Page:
Hospital commission asks retiring CFO to extend contract

Thursday, November 19, 2020

By Samantha Jones

The Eureka Springs Hospital Commission is saying goodbye to longtime chief financial officer Scott Stone, but the commissioners hope to retain Stone for a couple of months after his contract is set to expire.

At a special called meeting on Tuesday, Nov. 10, commissioner Tyson Burden explained that Stone is planning to sell his business and leave his position at the hospital when his contract expires on Jan. 31. Burden said Stone has suggested that the commission contract with the person buying his business, Brent Seay.

"Part of that buy was the hospital contract," Burden said, saying he met with Seay on a Zoom call. "He's a real nice guy."

Burden said Seay has a lot of CPA tech experience and has worked with Walmart over the last couple of years. Seay has a contract he'd like the commission to sign, Burden said, to continue the agreement the commission has with Stone. According to the proposed contract, Seay would be paid $3,000 biweekly for a period of 12 months.

"I will say he doesn't have any hospital experience at all, so that's something to consider," Burden said. "I tried to get him to commit to at least three days a week. He said that he would commit three days a week except for tax season, and then that would be two days a week."

Burden said Seay would be paid about $15,000 to $20,000 less than a full-time CFO that would spend five days a week in the hospital.

"Do we want to hire a CFO for $15,000 to $20,000 more that would be there five days a week?" Burden asked. "I think eventually we need to hire a CFO that's familiar enough with Medhost that they can just rattle off, 'Humana pays this on a CT code.' We need that kind of data to move forward with our strategy with where we're going."

Commissioner Kent Turner said the future CEO of the hospital should be the person hiring a CFO and chairman John House pointed out that former management company Allegiance Health Management initially hired Stone. House said the commission can't sign a long-term contract without putting it out for bid, so it would be impossible for the commission to make a decision on Seay's proposed contract on the spot.

"The only thing we're going to be able to do is set up some sort of stopgap measure to keep all that going," House said.

Commissioner Jean Reed asked if Stone would be willing to stay on for another two months, which would give the commission time to hire a CEO. The CEO could then hire a new CFO, Reed said.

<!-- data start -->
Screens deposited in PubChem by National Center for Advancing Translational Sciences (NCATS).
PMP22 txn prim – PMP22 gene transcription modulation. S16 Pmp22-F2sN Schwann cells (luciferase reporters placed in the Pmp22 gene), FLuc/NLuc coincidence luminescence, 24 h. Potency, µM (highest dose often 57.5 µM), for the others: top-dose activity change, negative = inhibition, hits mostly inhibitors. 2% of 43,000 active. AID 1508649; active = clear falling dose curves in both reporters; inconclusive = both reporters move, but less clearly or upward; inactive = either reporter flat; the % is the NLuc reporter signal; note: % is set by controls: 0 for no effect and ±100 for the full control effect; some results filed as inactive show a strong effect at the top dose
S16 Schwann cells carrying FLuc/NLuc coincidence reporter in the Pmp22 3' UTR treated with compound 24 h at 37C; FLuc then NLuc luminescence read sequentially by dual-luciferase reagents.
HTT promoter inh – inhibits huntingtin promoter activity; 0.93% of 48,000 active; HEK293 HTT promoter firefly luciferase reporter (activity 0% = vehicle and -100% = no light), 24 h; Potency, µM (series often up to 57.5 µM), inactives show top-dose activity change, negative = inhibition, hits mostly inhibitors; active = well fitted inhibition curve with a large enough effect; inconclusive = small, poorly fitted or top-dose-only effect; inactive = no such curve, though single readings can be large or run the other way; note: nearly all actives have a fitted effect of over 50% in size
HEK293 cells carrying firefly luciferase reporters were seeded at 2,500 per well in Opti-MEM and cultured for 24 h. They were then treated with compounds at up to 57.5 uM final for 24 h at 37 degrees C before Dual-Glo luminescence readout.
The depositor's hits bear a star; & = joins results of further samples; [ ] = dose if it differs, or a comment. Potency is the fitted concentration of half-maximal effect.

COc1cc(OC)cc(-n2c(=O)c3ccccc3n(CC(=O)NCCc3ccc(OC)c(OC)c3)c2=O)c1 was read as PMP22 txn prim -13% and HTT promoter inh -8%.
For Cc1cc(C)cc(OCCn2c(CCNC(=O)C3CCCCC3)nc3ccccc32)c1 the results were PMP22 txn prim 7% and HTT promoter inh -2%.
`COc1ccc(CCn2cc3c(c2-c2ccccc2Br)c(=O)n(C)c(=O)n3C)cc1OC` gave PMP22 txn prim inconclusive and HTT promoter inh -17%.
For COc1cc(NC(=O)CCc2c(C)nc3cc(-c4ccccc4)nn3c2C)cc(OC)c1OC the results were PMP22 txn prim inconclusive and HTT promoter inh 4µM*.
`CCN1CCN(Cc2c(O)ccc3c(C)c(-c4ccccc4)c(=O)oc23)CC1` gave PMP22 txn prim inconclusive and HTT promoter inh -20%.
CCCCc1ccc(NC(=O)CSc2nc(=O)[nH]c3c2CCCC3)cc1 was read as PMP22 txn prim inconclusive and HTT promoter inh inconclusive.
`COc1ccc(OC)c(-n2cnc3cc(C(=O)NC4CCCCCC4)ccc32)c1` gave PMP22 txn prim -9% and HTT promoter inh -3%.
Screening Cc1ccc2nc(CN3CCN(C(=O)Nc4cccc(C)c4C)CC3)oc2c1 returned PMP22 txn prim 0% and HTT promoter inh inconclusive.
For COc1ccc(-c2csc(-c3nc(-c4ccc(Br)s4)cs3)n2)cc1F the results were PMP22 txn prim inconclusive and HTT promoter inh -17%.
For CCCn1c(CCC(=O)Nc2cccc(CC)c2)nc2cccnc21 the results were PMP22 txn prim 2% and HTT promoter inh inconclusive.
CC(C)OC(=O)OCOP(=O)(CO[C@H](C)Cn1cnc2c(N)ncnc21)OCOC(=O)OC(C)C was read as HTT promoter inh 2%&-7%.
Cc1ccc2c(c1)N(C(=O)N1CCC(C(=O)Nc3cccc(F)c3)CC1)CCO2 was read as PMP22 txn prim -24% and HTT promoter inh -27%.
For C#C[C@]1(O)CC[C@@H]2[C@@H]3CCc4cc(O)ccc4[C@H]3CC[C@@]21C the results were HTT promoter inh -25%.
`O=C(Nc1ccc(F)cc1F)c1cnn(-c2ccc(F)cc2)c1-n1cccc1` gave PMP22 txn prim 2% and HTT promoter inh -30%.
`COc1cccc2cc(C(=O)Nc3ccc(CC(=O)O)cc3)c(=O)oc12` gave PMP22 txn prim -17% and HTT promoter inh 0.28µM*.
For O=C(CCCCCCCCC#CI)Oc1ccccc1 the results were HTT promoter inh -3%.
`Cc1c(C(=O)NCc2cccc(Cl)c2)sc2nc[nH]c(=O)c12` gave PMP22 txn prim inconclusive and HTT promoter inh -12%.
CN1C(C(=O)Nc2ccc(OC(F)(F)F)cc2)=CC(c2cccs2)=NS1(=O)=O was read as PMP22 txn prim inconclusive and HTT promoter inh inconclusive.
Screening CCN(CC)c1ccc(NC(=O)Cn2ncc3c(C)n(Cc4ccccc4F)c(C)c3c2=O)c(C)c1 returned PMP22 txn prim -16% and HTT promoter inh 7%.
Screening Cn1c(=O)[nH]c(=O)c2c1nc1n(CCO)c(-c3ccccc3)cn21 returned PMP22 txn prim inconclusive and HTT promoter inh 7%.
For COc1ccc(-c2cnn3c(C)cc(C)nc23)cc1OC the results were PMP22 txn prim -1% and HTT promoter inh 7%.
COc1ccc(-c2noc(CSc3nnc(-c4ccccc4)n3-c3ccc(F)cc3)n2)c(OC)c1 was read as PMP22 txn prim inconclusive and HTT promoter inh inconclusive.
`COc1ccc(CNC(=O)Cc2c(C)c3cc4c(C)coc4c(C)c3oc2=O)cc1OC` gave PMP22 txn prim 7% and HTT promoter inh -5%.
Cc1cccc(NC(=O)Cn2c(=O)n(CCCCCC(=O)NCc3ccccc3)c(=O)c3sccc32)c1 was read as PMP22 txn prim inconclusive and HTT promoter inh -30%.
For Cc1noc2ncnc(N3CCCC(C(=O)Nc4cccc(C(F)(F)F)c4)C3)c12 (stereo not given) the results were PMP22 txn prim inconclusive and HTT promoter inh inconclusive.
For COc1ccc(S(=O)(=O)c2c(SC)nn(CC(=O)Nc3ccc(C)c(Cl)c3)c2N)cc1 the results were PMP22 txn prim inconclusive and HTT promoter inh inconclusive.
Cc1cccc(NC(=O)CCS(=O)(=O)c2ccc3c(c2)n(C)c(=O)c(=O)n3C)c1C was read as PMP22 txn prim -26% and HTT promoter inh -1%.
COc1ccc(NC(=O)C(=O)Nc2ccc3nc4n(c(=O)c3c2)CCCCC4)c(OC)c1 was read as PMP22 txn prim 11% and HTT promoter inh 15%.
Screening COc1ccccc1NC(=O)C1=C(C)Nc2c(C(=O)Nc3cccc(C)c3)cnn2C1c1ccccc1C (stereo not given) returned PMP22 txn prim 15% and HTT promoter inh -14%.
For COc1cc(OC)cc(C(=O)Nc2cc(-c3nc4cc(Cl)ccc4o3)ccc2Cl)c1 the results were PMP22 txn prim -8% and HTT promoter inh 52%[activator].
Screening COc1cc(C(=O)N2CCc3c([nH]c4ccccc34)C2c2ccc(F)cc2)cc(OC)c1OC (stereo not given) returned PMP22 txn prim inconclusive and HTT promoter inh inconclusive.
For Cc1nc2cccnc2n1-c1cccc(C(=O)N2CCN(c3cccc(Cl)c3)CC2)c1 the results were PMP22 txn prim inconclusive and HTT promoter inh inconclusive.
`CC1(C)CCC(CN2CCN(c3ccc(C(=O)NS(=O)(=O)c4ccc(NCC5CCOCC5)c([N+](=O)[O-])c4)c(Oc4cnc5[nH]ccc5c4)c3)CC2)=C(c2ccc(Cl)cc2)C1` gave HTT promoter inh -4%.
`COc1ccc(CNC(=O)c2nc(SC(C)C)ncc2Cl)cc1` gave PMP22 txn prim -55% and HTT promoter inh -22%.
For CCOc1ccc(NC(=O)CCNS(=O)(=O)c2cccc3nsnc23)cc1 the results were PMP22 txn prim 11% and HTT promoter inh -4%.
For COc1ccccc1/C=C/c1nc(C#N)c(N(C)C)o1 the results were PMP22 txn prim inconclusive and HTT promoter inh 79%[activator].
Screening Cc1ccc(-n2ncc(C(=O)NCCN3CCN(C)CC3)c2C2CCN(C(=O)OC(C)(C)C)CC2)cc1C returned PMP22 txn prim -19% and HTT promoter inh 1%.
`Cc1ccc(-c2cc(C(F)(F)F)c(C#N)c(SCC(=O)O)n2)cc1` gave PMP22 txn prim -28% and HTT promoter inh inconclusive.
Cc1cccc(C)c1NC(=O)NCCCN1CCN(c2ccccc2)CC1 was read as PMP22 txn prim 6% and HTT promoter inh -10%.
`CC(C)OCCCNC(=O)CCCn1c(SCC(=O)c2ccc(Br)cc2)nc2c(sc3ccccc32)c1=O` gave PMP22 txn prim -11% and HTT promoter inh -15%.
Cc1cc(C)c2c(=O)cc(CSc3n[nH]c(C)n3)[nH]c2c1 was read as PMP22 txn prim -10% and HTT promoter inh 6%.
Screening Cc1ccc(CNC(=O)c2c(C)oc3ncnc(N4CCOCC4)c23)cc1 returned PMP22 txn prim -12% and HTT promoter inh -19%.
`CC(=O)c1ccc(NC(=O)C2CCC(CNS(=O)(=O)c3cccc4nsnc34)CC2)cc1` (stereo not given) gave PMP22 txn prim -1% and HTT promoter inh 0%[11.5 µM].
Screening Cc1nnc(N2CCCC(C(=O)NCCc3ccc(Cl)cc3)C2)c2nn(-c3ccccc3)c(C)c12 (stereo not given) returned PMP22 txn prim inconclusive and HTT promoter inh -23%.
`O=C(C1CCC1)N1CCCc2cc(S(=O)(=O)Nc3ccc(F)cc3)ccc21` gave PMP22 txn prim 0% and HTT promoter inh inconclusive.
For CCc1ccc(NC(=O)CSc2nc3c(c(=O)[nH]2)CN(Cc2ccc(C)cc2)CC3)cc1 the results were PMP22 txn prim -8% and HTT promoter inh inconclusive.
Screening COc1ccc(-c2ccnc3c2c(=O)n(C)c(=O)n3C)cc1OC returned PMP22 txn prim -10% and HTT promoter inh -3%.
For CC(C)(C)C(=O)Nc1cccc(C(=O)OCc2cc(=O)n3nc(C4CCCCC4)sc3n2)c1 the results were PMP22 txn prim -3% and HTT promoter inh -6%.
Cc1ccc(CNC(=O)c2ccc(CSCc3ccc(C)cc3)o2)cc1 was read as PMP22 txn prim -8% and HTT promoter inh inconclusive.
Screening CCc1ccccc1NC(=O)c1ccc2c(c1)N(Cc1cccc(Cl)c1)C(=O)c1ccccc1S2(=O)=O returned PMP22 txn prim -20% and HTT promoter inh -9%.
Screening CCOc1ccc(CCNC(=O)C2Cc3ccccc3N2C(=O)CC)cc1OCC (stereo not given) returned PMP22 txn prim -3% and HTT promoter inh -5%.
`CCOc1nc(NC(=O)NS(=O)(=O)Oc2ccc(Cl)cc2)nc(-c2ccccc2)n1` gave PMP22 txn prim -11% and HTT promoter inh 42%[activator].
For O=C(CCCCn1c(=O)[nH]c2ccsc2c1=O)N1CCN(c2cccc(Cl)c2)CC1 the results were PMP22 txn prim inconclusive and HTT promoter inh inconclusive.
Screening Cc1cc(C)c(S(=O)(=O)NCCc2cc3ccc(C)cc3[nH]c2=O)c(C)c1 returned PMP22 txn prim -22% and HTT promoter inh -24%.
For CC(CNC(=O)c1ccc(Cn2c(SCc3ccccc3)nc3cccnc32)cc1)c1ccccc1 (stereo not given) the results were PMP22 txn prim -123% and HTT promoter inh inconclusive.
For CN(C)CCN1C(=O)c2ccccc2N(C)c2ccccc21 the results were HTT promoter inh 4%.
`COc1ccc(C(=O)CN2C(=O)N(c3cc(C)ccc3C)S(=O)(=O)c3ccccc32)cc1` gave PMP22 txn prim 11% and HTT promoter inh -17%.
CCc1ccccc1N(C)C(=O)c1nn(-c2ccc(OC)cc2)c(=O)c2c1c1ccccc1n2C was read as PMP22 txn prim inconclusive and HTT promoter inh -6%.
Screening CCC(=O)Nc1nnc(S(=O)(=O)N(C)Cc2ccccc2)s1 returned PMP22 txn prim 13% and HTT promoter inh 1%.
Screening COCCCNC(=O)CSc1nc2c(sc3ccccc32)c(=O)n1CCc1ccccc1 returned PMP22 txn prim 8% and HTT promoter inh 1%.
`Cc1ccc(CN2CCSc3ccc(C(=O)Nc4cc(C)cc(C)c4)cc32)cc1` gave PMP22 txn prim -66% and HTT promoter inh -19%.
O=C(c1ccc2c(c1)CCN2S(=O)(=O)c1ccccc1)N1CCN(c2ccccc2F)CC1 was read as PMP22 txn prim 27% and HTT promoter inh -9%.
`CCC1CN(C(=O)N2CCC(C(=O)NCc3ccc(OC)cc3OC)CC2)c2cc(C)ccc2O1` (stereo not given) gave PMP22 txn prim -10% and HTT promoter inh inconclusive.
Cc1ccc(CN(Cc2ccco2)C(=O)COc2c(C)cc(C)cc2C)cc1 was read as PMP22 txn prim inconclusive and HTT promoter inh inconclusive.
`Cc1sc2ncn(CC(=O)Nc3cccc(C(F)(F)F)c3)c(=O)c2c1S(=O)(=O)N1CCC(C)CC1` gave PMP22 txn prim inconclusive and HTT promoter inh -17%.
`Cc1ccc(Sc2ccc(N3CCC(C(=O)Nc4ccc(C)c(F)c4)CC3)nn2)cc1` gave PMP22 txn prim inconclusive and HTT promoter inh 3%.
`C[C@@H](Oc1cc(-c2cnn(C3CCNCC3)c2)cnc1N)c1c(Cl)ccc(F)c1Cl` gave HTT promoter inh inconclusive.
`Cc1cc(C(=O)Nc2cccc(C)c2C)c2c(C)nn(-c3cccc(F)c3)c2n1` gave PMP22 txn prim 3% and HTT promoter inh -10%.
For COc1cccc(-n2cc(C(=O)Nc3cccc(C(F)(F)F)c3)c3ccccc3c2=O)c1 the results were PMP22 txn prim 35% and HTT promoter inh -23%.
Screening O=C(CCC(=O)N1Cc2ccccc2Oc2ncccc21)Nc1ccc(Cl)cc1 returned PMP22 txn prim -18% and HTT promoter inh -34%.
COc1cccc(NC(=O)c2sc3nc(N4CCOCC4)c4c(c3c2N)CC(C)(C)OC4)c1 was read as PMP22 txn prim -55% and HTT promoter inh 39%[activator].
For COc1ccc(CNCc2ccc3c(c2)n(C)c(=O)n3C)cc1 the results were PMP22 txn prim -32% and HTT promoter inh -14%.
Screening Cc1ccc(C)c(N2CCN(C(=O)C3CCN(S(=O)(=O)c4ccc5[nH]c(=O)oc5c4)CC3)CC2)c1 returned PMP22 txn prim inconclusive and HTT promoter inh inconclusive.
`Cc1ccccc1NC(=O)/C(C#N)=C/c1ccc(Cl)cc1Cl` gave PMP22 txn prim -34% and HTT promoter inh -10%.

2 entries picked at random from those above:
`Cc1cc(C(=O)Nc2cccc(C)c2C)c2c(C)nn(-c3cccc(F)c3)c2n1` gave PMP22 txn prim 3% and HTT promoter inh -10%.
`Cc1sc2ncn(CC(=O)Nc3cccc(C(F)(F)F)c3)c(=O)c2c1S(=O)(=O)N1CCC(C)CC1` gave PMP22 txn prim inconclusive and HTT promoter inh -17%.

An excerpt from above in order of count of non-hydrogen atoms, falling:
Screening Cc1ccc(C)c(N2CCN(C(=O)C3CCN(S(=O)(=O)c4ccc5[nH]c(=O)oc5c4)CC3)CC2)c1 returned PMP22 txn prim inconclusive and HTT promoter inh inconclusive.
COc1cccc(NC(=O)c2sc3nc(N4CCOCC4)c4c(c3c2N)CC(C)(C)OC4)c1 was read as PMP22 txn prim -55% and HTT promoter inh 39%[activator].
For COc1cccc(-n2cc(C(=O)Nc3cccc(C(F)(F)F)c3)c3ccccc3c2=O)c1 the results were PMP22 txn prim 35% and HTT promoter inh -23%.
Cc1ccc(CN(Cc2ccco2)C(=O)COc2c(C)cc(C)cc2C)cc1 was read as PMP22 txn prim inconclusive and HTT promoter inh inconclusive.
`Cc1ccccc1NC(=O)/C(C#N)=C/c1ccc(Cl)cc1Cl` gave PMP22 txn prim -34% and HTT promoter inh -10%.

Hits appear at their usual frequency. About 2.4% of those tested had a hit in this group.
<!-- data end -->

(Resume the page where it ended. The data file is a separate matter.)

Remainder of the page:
"I'd say this is an opportunity to get someone with a healthcare financial background, because it's very different from any business," Reed said.

House said he wouldn't be opposed to working with Seay but only on a temporary basis.

"He's welcome to apply for the job full time once we have our new CEO in place and that gets situated," House said. "Because of the limitations we have being a city-operated enterprise we have to follow these rules as far as putting it out for bid."

Burden said Seay wants a new contract, which would require the commission to send out a request for proposals. Commissioner Barbara Dicks said she'd vote to sign the contract for another year and Turner said the commission can't sign a one-year contract without putting out a request for proposals.

Turner moved to "start discussion with Scott Stone to determine whether it is possible to extend his current contract for an additional 60 days to allow time to find the new CEO" and the commission voted unanimously to do so.

In another special meeting that night, the commission unanimously agreed to purchase the Imprivata system after hearing from IT coordinator Drew Wood. Wood said laws will go into effect on Jan. 1 that require the hospital to have two-factor authentication to prescribe controlled substances and said Imprivata is much better than the system the hospital has now.

It would cost $55,000 in total, Wood said, but that cost would be split across three years. That means the cost will be written off in the cost report, Wood said.

"So it basically doesn't end up costing us anything," Wood said.

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